All Articles Tagged "financial aid"
(Smart Money) — With freshman orientation right around the corner, many college students and their parents are about to get a surprise that could derail years of careful financial planning: last-minute tuition increases and cuts to financial aid packages promised just a few short months ago. As states have finalized their budgets in recent weeks and months, cuts to public college funding have started to trickle down to parents and students. Since March, at least 19 states have cut money for public colleges. Some states, including Illinois and Georgia, are also slashing grants awarded to students just a few months ago. Still more families won’t find out about changes to tuition and financial aid packages until the end of the summer or even after the semester begins — what experts say is the longest delay ever. “This will create real hardship for these students and may impact directly on their ability to enroll this fall,” says Tom Horgan, president of the New Hampshire College and University Council.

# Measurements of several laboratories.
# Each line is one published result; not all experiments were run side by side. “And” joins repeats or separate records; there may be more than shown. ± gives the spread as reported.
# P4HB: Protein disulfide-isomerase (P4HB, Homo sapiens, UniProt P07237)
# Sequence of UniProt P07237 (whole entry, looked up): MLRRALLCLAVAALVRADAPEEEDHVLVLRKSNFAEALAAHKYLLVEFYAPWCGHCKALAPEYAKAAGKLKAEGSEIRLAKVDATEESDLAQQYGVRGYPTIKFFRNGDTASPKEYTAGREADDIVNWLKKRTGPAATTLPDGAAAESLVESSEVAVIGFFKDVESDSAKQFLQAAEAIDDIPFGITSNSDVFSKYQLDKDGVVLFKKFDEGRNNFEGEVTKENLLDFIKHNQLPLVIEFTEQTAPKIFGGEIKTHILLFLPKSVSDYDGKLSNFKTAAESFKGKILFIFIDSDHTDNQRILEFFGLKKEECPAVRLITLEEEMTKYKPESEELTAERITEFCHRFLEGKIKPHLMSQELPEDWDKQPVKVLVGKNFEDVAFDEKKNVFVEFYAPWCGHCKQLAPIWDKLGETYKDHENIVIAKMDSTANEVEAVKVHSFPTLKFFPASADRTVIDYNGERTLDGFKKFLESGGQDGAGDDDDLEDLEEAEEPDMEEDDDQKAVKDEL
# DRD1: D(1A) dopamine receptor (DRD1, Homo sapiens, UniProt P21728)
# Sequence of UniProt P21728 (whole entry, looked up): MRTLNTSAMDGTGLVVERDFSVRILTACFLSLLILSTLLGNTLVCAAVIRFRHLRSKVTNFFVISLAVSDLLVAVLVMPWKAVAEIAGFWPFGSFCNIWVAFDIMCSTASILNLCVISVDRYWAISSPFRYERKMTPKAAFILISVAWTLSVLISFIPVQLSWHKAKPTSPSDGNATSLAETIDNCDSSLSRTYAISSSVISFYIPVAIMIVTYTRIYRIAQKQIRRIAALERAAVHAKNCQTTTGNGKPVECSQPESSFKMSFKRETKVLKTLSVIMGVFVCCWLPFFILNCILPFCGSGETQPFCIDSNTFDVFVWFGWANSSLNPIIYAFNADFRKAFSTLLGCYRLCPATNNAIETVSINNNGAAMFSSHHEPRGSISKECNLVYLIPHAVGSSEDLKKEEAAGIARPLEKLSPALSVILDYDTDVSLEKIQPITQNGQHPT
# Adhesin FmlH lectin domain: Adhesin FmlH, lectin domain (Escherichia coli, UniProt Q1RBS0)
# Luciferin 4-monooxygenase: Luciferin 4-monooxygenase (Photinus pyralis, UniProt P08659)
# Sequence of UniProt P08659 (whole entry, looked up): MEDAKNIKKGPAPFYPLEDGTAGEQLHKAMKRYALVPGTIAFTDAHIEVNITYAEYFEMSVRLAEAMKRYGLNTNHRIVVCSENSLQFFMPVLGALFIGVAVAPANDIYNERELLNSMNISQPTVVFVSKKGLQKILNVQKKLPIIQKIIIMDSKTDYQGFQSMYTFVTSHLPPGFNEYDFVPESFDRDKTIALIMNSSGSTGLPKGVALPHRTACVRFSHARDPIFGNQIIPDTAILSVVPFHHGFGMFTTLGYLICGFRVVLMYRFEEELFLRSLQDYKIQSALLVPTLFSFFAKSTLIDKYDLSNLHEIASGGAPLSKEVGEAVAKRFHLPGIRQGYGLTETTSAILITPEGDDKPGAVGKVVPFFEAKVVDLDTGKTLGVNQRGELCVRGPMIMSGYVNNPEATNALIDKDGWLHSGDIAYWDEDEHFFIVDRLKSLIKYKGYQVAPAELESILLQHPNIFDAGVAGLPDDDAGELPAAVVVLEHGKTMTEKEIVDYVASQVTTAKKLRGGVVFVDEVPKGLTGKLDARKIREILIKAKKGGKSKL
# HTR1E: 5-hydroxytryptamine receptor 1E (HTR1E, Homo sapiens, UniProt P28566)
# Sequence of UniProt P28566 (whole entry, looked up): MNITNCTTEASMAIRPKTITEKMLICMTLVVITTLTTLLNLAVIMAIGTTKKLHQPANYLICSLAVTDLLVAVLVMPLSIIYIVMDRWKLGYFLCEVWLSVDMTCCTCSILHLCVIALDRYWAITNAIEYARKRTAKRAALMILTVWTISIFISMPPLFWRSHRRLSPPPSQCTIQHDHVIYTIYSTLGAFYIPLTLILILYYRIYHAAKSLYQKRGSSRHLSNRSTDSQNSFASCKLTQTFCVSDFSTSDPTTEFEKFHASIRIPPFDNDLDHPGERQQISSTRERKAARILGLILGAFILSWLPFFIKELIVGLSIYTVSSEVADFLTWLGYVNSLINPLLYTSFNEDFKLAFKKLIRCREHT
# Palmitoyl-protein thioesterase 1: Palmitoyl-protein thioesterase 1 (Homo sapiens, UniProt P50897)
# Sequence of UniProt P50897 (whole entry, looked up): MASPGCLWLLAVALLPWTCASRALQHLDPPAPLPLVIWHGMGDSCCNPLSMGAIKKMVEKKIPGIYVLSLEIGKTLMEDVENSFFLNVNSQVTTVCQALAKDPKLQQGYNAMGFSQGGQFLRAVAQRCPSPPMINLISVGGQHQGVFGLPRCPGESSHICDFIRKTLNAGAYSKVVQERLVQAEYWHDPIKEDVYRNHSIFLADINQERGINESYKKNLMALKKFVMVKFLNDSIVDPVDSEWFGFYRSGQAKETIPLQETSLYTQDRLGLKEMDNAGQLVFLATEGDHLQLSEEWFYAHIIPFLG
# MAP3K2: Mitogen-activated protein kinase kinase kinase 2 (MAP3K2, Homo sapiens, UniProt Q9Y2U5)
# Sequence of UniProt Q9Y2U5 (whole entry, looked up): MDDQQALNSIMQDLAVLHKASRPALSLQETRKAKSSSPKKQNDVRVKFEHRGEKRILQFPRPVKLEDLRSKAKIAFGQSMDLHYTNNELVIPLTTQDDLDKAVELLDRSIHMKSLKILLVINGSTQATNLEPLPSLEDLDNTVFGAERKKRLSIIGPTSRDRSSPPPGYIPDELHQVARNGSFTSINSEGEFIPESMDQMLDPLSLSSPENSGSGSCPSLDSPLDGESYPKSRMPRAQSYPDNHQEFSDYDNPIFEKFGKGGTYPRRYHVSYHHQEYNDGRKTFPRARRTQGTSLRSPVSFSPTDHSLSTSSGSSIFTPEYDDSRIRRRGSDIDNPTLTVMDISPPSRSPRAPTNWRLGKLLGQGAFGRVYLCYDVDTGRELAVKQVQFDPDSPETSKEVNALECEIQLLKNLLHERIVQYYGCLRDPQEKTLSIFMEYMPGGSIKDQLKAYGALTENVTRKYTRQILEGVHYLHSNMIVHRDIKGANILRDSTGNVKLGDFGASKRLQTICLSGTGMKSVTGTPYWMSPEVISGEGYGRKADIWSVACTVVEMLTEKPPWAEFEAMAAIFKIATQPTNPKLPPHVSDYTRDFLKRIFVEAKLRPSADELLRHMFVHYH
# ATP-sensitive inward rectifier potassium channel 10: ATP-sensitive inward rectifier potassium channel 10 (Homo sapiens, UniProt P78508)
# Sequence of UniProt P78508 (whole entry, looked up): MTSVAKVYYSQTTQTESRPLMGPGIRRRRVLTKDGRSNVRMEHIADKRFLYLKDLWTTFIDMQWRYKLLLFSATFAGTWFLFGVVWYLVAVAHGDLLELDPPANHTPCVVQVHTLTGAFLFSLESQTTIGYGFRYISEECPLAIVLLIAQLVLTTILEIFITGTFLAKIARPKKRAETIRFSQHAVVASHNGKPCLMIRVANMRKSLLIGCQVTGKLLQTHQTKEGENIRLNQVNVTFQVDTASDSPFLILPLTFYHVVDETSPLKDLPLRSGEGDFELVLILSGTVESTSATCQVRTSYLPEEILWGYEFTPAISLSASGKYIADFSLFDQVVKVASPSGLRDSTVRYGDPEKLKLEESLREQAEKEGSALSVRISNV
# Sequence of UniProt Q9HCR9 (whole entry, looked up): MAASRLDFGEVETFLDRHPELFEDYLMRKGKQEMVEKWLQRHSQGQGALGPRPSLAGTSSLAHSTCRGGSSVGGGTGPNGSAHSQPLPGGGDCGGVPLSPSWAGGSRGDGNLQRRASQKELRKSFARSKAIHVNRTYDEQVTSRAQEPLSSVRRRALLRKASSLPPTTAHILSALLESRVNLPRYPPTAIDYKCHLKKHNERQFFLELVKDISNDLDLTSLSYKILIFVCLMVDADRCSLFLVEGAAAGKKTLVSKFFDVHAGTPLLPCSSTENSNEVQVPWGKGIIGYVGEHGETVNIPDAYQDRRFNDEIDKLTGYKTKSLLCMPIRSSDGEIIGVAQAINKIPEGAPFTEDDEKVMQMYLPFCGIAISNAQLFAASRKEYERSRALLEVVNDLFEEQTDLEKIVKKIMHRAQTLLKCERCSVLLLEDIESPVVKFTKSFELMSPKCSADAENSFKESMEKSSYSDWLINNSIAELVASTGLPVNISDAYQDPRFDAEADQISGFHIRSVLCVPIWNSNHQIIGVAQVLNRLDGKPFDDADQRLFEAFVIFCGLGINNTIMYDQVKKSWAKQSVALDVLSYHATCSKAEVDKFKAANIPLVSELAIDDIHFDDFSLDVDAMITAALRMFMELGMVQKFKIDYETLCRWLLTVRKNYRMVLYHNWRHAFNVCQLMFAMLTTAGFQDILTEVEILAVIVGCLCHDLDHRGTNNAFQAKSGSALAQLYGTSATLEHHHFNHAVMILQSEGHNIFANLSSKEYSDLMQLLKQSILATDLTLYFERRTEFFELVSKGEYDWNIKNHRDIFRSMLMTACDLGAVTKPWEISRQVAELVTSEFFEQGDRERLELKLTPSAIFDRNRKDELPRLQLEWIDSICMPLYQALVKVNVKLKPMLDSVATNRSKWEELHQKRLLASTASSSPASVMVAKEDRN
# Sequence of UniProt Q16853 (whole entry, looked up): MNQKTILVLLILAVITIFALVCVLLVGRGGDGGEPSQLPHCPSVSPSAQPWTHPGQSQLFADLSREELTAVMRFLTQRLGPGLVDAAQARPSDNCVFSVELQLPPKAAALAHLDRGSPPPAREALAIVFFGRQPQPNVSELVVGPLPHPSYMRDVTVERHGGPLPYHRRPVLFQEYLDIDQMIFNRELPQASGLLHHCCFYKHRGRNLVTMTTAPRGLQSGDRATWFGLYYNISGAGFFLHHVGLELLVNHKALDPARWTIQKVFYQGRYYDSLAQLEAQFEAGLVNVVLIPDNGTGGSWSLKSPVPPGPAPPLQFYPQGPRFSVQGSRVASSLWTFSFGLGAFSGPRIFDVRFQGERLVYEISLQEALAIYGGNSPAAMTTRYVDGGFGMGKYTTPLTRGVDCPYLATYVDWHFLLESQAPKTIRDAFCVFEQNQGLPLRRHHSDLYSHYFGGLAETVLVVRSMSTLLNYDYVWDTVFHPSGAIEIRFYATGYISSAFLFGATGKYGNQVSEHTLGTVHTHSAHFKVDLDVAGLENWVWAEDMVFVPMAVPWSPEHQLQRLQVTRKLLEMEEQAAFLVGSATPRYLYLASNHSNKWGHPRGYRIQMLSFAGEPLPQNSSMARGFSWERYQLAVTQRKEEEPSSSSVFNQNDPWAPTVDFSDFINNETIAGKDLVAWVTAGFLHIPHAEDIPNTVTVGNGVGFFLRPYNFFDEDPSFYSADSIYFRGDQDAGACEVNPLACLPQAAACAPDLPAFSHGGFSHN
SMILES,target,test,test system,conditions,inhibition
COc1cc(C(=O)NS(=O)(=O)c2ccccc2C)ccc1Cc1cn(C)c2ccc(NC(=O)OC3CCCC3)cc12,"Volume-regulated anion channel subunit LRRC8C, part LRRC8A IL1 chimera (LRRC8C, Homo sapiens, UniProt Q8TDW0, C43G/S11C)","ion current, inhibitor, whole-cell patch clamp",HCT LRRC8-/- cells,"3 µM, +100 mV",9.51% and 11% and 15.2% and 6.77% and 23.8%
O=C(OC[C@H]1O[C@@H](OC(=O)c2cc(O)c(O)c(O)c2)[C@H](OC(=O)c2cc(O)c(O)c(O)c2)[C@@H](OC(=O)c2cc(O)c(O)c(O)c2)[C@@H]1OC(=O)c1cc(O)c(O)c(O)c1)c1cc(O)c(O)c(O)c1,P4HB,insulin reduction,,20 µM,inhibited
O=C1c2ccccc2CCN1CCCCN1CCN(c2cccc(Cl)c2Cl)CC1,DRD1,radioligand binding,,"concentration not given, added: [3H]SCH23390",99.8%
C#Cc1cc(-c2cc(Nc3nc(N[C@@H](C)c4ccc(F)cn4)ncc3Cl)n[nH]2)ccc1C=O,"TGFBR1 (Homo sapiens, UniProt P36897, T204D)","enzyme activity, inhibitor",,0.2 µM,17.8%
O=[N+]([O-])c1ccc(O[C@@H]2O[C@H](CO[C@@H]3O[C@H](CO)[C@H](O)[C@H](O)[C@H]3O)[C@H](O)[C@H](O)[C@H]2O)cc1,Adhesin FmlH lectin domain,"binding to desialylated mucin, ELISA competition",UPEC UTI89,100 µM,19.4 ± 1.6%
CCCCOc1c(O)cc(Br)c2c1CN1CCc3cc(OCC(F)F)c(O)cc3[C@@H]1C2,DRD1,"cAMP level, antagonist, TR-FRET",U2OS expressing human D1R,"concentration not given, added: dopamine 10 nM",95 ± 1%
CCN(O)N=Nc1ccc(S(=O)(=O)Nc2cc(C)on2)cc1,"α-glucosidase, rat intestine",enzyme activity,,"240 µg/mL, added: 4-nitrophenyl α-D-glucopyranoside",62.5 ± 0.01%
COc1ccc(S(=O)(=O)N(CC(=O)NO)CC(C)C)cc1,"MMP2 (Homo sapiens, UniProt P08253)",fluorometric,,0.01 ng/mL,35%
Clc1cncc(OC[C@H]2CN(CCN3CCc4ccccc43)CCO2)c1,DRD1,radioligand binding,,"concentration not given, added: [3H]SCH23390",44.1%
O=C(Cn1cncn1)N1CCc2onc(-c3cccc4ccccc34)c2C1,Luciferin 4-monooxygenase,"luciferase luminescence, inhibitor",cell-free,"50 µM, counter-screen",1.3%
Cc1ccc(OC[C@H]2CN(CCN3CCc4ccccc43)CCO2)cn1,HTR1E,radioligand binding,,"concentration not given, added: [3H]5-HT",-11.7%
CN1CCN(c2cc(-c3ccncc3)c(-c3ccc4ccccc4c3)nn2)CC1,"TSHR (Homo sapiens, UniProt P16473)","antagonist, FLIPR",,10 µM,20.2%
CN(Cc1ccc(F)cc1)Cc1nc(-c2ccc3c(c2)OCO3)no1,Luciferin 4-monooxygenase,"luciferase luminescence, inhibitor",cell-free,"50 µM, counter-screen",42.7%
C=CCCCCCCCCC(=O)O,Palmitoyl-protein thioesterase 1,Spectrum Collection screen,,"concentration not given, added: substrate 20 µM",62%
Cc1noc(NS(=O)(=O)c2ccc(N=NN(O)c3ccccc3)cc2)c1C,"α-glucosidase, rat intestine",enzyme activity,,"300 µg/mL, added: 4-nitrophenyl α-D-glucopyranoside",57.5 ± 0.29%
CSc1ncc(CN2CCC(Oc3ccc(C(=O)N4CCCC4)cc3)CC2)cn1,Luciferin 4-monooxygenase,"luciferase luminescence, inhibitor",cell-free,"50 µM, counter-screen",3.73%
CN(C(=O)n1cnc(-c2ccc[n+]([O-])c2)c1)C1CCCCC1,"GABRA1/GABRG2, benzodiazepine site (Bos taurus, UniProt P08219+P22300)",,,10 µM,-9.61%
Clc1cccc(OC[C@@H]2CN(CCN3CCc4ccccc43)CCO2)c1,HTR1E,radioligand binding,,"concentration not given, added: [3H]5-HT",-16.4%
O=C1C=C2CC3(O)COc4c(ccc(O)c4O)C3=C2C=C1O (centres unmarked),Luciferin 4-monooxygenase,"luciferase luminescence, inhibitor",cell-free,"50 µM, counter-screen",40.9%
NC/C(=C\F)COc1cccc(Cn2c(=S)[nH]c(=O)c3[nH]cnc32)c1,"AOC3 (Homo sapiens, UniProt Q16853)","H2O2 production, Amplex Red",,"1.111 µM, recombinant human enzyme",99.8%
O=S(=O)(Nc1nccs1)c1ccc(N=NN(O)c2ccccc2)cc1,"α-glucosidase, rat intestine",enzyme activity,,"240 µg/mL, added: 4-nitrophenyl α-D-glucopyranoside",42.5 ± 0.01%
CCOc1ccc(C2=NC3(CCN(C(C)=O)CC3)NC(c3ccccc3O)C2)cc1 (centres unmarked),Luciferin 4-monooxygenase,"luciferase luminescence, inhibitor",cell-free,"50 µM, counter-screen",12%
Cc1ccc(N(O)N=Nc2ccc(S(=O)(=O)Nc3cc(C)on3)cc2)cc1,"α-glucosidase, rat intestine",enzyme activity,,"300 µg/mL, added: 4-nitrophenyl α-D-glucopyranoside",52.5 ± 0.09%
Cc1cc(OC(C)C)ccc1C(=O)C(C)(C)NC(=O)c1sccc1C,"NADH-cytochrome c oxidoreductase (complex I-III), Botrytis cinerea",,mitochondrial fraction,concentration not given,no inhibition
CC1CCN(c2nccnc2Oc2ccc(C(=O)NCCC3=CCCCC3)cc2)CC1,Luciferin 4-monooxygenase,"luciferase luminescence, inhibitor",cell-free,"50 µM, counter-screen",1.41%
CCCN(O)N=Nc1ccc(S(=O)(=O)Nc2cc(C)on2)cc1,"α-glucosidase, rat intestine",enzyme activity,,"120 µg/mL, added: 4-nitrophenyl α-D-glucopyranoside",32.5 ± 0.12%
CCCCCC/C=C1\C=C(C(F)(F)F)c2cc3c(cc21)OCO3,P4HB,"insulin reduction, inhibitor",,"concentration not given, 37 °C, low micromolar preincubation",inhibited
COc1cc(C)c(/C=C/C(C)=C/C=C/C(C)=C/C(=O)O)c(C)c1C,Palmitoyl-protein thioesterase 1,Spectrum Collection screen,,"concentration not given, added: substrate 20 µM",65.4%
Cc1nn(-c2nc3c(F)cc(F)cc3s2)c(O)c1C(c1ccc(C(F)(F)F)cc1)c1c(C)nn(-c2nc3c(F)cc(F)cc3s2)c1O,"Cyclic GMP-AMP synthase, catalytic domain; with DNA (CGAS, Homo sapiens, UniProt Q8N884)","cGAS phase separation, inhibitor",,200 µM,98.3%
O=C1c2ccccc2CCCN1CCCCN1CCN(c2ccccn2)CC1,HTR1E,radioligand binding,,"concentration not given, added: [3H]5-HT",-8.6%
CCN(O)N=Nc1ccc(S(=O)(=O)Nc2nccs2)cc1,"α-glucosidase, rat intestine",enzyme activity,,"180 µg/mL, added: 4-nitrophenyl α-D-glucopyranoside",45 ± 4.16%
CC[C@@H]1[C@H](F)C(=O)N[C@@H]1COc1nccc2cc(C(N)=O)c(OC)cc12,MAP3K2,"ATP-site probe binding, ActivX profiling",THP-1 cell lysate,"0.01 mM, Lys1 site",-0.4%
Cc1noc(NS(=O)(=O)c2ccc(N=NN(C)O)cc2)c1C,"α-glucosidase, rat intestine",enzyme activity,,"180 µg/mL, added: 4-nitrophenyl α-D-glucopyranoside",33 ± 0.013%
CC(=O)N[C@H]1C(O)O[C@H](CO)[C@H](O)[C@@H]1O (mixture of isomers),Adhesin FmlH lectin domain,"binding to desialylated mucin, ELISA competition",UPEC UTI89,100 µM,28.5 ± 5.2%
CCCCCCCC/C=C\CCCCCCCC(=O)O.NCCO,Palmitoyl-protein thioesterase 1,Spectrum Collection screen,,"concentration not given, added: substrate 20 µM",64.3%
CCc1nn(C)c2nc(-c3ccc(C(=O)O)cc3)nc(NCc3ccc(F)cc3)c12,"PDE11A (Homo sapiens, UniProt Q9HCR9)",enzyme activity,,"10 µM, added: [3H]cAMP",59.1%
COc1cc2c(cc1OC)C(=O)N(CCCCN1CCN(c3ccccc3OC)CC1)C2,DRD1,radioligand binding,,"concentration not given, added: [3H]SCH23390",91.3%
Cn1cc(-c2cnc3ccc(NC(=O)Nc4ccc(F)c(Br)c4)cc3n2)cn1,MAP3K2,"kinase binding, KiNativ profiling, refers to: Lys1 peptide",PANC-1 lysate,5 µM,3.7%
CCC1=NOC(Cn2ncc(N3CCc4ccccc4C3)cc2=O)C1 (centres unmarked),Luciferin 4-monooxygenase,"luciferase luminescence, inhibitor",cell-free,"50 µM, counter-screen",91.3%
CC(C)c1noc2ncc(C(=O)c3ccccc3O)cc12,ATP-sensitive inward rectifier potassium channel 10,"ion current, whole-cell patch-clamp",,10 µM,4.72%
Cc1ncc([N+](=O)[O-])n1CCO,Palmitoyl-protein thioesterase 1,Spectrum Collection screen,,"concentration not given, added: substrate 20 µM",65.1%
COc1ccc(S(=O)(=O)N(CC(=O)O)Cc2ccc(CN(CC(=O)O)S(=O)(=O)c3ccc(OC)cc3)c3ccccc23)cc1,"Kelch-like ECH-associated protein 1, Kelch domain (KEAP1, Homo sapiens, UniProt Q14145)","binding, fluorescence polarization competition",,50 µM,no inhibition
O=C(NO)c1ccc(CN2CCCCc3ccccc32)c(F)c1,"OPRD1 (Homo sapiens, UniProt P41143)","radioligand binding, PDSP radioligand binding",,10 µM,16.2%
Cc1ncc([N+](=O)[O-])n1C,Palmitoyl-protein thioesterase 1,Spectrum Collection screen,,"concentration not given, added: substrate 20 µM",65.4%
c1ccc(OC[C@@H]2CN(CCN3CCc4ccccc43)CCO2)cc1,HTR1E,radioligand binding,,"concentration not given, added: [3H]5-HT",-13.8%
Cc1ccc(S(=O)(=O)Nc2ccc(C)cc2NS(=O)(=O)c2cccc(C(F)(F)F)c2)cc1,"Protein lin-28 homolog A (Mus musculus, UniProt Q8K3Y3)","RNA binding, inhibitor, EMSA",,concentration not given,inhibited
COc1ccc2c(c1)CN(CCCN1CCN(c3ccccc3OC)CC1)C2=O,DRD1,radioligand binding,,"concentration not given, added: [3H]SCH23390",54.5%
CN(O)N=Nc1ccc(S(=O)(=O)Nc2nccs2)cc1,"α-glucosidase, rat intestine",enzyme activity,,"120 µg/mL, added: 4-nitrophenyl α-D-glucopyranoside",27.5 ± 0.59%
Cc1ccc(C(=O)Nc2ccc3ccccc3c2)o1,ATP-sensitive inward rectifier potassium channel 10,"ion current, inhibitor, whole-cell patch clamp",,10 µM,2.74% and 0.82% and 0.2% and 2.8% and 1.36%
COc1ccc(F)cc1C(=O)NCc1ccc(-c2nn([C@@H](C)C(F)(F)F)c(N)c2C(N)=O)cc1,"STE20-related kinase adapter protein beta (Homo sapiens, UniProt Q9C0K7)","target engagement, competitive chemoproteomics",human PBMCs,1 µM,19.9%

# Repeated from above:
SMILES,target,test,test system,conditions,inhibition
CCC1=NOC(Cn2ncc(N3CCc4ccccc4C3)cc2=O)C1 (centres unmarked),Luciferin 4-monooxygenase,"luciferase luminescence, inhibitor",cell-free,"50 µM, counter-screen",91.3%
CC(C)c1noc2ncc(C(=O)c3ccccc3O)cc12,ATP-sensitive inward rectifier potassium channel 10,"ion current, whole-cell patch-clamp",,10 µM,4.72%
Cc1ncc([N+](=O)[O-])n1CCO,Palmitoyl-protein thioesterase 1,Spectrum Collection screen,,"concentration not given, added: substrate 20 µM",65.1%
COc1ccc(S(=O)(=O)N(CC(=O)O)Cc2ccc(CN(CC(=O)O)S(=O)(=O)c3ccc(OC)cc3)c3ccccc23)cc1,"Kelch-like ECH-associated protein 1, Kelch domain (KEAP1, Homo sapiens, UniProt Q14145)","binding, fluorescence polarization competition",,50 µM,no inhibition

(USA Today) — Law schools have done it for years. Now, some private liberal arts colleges are experimenting with the idea: They’re offering upfront to help students pay off their loans after they graduate. The financial-aid benefit, which targets students who expect to pursue careers in low-paying public-service fields, aims to help colleges attract and retain students who might otherwise enroll somewhere cheaper, or nowhere at all. ”When we have an excellent student we know will be successful here (but) who has that anxiety about student loans, this is one more tool for us,” says Jeff Abernathy, president of Alma (Mich.) College, which is testing the concept with about 10 students this fall. “We are making myriad attempts to help our students find their way to a private liberal arts education, (particularly) students who might feel like they’ve got to go to a lower-cost public institution.”